Covid-19 shakes up the Horticultural Industry
By Dr David Bek, Dr Jennifer Ferreira and Dr Jill Timms
In springtime as the weather begins to improve, garden centres would normally be packed, as people turn to outdoor activities and enjoying their garden spaces. In 2020, circumstances are anything but normal, and while millions of people are spending more time in their gardens due to government restrictions on movement, the garden centres are empty. Under current UK government restrictions garden centres are not considered essential business and so must remain closed.
In this blog we outline how leading industry bodies have responded to the crisis on behalf of their members and how individual businesses are re-configuring their practices in order to survive during these most testing of times.
A recent BBC new story reported how the closures were affecting over 2000 garden centres and nurseries, and that the Horticultural Trades Association (HTA) was asking government for £250 million in financial assistance in order to avoid collapse of the industry. The HTA has warned that the horticultural sector worth £1.4 billion could be destroyed by the recent closures as plant growers no longer have outlets for selling their stock, and most of it would end up as waste. They estimate that the value of lost plant sales would be £687 million by the end of June, rising to £1.2 billion by December. Not only would this lead to business closures in the industry, but also a much wider loss of jobs and livelihoods. The HTA have run a concerted campaign achieving publicity via a wide range of print, electronic and TV outlets to ensure that their industry’s challenges are publicised. This publicity is crucial for influencing public sentiment and ensuring that the industry’s needs are recognised by government.
This issue, like that of the pandemic is an international one. The International Association of Horticulture Producers (AIPH) have also responded rapidly to the needs of their membership and sought to raise awareness of the challenges. They have run a survey among industry stakeholders with 70% of respondents expected to see growers going out of business and 65% expected there to be staffing cuts as a consequence of the current situation. Whilst 96% of countries predict their ornamental horticulture industry will be severely impacted.
As in many other sectors of the economy, businesses in the horticulture industry have had to adapt rapidly. Online seeds and plant sales have risen sharply as people in isolation turn to growing plants as an activity to pass the time. The BBC has reported how some garden centres and nurseries are offering online personal shopping services to try and prevent their stock going to waste.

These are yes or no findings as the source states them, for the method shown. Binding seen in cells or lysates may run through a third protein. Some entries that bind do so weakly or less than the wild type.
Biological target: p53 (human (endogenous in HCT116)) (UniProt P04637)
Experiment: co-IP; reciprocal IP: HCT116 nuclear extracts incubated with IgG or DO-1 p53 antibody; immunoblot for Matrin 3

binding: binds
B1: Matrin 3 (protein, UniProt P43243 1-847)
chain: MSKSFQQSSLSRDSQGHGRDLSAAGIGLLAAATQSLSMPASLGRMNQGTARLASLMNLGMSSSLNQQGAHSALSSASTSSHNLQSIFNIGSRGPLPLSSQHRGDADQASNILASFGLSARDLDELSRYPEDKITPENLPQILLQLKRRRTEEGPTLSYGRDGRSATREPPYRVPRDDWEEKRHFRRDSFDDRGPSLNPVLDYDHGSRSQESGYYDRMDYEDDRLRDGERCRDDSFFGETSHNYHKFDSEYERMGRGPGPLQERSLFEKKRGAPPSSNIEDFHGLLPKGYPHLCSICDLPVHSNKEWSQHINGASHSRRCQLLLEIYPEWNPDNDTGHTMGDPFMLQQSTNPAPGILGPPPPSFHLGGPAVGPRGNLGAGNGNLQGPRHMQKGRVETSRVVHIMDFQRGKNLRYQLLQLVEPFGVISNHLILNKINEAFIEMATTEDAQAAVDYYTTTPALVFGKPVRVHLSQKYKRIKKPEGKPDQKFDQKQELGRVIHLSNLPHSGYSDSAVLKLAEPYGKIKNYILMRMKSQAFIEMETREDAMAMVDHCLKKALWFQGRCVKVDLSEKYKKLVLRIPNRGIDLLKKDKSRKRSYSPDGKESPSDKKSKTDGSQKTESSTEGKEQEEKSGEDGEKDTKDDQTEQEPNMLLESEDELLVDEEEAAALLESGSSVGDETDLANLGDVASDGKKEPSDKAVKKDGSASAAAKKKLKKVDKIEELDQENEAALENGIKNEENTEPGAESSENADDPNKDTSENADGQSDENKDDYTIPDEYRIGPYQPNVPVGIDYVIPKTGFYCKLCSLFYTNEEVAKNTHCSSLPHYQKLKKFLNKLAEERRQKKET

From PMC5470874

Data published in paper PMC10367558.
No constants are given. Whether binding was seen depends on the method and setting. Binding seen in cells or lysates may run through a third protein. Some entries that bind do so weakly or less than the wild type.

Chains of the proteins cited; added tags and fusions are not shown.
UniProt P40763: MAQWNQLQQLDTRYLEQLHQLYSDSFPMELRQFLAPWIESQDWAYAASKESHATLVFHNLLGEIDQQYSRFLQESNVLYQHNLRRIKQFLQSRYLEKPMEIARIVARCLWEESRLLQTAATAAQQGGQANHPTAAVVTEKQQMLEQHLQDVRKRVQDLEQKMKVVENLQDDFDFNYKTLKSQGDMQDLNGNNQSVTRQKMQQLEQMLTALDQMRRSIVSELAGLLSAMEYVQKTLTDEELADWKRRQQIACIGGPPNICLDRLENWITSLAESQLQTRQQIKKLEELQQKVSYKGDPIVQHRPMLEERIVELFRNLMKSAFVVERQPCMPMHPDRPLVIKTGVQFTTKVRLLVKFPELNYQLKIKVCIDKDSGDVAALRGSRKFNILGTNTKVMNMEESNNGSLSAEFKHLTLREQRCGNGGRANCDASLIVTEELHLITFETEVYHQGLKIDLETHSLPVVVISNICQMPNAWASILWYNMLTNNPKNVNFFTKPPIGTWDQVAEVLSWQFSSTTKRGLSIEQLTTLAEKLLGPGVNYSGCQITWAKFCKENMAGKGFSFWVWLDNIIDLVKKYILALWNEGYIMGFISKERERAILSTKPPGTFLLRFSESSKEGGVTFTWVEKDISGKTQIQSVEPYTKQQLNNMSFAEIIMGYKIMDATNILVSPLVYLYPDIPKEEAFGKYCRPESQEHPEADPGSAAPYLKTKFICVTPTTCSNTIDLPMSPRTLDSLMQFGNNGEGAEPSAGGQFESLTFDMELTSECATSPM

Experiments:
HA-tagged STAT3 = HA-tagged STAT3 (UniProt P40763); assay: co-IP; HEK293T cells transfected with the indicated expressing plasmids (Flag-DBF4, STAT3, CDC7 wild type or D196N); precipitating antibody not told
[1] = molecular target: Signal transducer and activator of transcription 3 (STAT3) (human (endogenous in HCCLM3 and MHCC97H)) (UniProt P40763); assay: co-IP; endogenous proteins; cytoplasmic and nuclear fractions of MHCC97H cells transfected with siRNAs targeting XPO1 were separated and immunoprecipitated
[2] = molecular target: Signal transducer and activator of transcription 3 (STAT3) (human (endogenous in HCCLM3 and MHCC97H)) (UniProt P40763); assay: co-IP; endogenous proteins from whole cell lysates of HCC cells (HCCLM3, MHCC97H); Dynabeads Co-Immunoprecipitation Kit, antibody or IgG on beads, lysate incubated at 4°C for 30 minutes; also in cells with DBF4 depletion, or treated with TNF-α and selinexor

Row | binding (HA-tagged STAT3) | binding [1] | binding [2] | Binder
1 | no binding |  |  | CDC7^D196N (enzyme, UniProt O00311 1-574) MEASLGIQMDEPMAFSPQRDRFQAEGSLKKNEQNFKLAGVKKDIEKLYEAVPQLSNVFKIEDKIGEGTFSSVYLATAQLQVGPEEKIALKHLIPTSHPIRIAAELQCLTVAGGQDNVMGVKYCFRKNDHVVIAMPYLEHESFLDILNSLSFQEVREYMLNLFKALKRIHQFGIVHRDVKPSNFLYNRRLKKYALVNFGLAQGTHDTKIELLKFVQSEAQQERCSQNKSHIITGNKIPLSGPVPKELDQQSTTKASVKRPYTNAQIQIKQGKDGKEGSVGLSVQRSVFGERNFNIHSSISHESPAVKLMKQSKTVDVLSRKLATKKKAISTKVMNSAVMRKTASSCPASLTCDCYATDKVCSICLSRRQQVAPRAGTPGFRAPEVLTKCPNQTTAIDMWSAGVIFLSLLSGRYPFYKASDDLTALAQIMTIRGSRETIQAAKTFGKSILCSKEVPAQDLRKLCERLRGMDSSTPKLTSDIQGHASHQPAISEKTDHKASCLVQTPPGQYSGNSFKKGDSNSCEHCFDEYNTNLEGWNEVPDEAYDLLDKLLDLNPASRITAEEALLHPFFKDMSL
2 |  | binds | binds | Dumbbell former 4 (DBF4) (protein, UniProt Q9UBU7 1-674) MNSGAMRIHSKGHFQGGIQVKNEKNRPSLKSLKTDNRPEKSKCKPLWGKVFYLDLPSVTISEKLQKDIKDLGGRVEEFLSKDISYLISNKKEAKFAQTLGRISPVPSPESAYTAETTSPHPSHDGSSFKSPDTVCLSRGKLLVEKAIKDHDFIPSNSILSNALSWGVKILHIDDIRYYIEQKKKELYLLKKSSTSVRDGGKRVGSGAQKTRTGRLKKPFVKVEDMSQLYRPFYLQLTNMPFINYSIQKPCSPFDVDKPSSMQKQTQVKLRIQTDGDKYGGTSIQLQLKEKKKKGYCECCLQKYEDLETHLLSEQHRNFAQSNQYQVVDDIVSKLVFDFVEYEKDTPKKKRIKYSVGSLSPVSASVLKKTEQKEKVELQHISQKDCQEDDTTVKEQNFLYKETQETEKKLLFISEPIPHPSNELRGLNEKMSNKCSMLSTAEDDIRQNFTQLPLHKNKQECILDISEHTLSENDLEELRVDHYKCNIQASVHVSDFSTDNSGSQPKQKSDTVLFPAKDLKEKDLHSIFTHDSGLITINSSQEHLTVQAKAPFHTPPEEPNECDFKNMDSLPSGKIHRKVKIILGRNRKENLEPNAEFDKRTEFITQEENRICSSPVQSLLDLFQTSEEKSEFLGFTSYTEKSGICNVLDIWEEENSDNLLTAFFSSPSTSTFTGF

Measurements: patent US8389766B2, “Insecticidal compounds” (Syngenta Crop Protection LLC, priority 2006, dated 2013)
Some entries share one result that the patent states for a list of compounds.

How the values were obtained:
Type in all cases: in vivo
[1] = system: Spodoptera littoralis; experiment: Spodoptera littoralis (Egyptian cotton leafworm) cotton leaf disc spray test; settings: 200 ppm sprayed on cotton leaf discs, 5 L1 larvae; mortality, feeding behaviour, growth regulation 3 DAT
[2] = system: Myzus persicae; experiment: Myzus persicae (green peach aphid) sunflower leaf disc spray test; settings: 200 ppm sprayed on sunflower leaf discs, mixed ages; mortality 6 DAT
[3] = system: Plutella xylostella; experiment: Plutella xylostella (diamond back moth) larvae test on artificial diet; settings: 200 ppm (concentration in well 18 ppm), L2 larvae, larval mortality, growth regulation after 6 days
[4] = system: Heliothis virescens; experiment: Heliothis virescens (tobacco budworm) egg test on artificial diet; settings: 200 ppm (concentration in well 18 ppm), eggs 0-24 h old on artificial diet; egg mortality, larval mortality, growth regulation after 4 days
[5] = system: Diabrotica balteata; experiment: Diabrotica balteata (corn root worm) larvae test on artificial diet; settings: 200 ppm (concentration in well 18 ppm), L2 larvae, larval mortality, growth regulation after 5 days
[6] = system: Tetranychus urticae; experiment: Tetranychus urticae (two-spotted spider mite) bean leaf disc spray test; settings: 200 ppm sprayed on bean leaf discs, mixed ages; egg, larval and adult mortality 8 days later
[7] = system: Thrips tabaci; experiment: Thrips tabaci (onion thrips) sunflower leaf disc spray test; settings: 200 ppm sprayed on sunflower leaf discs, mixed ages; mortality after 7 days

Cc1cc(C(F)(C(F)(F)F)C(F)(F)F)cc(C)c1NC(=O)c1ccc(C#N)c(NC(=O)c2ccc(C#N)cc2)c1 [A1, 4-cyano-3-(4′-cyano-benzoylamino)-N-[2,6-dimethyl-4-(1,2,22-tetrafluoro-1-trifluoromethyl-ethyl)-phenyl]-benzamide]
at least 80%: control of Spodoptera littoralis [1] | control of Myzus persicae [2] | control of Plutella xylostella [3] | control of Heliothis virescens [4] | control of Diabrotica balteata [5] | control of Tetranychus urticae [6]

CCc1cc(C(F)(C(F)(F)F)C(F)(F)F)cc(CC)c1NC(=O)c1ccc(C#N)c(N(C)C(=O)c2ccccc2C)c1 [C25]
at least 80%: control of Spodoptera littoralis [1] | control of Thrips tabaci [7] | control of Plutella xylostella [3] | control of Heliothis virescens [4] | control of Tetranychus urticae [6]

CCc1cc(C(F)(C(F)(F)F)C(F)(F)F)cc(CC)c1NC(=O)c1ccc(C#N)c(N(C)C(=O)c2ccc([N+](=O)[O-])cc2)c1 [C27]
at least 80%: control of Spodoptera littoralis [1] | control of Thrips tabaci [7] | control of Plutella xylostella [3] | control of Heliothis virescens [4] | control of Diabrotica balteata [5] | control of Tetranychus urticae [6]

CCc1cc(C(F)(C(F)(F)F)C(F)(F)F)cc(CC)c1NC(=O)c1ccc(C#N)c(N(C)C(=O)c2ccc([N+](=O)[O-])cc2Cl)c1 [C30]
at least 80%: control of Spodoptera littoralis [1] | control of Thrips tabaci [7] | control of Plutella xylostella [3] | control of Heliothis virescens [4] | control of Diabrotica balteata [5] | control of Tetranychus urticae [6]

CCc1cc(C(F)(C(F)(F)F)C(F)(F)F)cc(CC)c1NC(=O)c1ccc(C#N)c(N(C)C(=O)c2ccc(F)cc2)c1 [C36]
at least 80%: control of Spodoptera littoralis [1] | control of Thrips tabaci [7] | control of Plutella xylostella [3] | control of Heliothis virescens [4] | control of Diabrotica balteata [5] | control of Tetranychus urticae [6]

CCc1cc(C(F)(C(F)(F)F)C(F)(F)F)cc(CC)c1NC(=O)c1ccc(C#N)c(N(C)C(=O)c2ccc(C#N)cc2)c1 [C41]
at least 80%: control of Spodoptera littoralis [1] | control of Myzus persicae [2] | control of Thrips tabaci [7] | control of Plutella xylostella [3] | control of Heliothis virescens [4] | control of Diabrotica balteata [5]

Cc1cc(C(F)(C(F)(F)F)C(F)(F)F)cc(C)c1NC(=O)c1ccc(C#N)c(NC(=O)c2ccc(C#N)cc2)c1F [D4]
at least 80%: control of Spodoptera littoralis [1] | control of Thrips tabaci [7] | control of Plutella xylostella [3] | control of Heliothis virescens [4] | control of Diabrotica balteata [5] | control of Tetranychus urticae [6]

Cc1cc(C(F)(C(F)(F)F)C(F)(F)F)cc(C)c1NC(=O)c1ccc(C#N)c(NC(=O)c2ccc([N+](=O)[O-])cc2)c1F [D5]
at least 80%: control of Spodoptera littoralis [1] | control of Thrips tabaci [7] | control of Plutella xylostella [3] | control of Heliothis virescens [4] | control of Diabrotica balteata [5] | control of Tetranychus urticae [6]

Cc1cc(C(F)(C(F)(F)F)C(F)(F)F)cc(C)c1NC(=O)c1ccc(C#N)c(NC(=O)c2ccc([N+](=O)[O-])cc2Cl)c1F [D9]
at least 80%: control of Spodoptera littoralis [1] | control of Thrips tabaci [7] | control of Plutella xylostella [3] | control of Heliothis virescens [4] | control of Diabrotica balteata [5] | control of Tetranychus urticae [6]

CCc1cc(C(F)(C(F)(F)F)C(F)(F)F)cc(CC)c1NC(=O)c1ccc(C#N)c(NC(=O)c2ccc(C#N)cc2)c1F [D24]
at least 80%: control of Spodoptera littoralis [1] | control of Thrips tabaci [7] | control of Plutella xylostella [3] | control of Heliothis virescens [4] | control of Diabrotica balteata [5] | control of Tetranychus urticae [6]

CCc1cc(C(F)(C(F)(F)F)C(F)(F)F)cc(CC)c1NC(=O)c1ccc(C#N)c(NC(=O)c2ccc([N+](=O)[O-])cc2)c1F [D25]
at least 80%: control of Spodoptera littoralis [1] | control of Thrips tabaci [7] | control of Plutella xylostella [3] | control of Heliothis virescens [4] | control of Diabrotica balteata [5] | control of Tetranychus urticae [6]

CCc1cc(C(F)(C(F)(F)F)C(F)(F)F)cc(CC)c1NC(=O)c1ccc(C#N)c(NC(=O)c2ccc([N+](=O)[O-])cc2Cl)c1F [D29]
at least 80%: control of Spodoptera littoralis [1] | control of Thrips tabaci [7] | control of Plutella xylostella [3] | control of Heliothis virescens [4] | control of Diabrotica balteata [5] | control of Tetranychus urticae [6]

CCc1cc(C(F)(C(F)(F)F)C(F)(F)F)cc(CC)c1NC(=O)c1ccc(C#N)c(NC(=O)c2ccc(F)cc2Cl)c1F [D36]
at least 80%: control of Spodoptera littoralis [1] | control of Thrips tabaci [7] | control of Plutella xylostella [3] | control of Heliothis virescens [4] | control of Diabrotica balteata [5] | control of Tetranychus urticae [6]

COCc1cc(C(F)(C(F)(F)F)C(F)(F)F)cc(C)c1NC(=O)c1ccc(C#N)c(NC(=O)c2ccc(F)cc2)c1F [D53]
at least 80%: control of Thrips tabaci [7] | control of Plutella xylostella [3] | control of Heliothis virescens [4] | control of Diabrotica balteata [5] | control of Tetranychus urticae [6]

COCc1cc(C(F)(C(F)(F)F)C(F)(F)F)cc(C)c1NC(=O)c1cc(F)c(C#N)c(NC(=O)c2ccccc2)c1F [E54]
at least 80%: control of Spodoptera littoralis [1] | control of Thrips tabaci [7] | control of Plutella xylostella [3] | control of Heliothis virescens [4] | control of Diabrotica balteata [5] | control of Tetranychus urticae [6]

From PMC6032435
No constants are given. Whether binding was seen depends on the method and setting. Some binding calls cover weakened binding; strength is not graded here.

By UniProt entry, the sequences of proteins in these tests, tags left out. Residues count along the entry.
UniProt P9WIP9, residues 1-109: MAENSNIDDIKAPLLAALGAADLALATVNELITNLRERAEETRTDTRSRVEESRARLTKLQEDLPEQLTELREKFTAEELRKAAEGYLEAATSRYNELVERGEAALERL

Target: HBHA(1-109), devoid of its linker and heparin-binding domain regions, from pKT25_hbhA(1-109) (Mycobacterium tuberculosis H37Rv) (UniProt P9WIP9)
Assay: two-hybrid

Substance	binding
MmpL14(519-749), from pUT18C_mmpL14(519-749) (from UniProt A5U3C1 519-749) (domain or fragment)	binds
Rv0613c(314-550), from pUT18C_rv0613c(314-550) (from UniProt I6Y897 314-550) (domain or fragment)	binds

Crosslands Flower Nursery in West Sussex is confronted with the challenge of managing thousands of stems of alstromeria which keep growing but whose normal markets are blocked. In response the nursery has developed a relationship with a local florist who is able to distribute bouquets via postal delivery. Awareness amongst potential consumers has been raised via Crosslands’ expert use of social media platforms, which has ensured widespread coverage in mainstream national media outlets. The nursery is also avoiding waste, and boosting morale by working with supermarkets to send flowers to NHS workers.
Some companies have set up livestreaming videos of their products, while others are Facetiming customers to provide guidance, or posting photos on Facebook and accepting payments over the phone. For many of these businesses, moving to an online model is new, and they are having to work at pace to keep up with developments. While a movement to online businesses may ease some of the pressure and generate much needed cashflow, the HTA has highlighted that a movement to online business models is not scalable, as there is not enough delivery capacity.
The HTA and other industry associations, supported by celebrity gardeners such as Alan Titchmarsh have been campaigning for restrictions on garden centres to be removed, given that so many people are spending more time in their gardens, and that gardening can be an important activity for mental health and wellbeing while the country remains in lockdown.
It’s unclear as yet, if central government will develop a financial plan specifically to support the industry. The immediate priority for firms is to try and stay in business by whatever means they can. Scanning the medium to longer term horizons is incredibly difficult as the full impacts of the pandemic are still very much open to conjecture. The global economy is taking an unprecedented hit which will affect demand, especially for non-essential items, probably for many years to come. Equally, supply patterns will be reconfigured too as some international production areas will be damaged, perhaps irreparably. The realisation that global supply chains, much lauded previously for their efficiency, are in fact vulnerable to catastrophic disruption is likely to alter future business planning. The hand of local suppliers may be strengthened going forward – initial reports from the UK’s small-scale flower growing sector suggest that some businesses are already showing that they have the capacity to adapt rapidly to new circumstances. With change now inevitable, the horticultural industry will rely upon the strategic skills of bodies such as the HTA to lobby and organise at a macro-level, whilst the resilience and ingenuity of individual business owners will ultimately shape the industry’s future.